Opinion: NYPD blues

Jody Michael

Jody Michael

Jody Michael is a junior broadcast journalism major and columnist for the Daily Kent Stater. Contact him at [email protected].

On September 11, 2001, the New York Police Department helped mobilize “the largest rescue operation in the city’s history,” according to the 9/11 Commission Report. In the following months, officers “devoted themselves around the clock to putting New York City back on its feet.”

My, how things have changed. Ten years later, the NYPD has proven itself to be a bunch of clueless idiots.

Perhaps you’ve heard about the ongoing Occupy Wall Street protests happening in the city (and beginning to spread to other parts of the country). “Adbusters” magazine first organized the protests, though they don’t really have a specific leader.

Protestors planned a march to Union Square Sept. 24, the eighth day of protests, and faced a large police presence. Things didn’t go very well, and YouTube has the evidence to prove it.

Police officers used orange nets to keep everyone off the streets and onto the sidewalks. It got really crowded, and a few women began yelling in complaint — not being violent, just yelling. An NYPD deputy inspector promptly stormed toward them and instantly began pepper spraying them for no reason.

Arresting people and dragging them away. Tying people’s arms with zip ties way too tightly. Arresting a guy for speaking in a megaphone. An officer shoving a guy to the ground and ramming a knee onto his throat. It’s quite a laundry list of unjustified police violence.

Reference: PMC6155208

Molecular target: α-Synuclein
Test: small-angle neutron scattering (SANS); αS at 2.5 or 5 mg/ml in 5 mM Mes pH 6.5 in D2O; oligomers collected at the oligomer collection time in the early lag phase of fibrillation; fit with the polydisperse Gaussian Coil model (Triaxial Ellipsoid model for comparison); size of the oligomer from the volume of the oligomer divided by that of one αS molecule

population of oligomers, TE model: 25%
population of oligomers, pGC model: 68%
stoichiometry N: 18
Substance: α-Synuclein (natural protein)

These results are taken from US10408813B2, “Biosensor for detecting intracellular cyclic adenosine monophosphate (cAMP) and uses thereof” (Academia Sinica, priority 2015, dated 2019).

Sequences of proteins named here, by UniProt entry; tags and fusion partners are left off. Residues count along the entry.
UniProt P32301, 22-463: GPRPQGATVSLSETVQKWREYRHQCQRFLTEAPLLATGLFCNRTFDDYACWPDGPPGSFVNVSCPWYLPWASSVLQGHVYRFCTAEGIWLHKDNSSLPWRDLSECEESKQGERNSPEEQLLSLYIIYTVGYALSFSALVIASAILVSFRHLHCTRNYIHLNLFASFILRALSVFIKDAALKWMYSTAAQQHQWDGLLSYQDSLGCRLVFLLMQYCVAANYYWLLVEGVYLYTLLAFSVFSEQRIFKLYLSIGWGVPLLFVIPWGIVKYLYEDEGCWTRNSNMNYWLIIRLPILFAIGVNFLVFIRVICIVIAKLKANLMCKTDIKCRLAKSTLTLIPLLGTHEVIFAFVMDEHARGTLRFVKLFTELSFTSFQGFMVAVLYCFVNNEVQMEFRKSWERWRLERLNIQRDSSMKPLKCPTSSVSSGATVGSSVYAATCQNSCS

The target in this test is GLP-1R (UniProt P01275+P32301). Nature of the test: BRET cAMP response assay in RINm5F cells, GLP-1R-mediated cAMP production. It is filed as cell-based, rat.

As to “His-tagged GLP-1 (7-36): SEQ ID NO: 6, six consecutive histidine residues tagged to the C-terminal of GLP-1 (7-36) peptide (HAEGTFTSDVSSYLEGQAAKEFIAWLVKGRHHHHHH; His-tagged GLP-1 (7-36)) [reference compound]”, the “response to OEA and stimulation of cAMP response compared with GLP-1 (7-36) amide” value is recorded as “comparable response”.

What makes these actions even stupider is as soon as an officer begins arresting someone for no clear reason, other protesters flood around him or her holding cell phones and video cameras. Does the NYPD not think anyone else will see what’s going on? Does it not realize Americans have the right (and the duty) to film police officers and hold them accountable?

Apparently not because police officers began specifically targeting photographers and videographers as people they would like to arrest. It’s as if they think that will somehow wipe away any evidence of wrongdoing.

This is 2011. Any abuse the NYPD causes at this protest is obviously going to be on the Internet. If police officers arrest people who videotape evidence of such abuse, then other people will obviously report that abuse to the Internet.

More than a week has passed since that idiocy began, and the NYPD is still too braindead to take a hint. After the pepper spray incident, a local PBS editor rushed over to interview them. He spent eight hours in a jail cell. This past Saturday, police decided it would be a great idea to arrest New York Times reporter Natasha Lennard.

It’s unfortunate this deplorable police misconduct is overshadowing the protests’ original purpose. Wall Street deserves the attention because during the recession its profits have increased by 720 percent while the unemployment rate increased 102 percent.

If the NYPD is seriously this willing to completely abandon every ounce of credibility and respect it has ever earned, hopefully New York citizens and the press will continue to spread the word about this unacceptable behavior.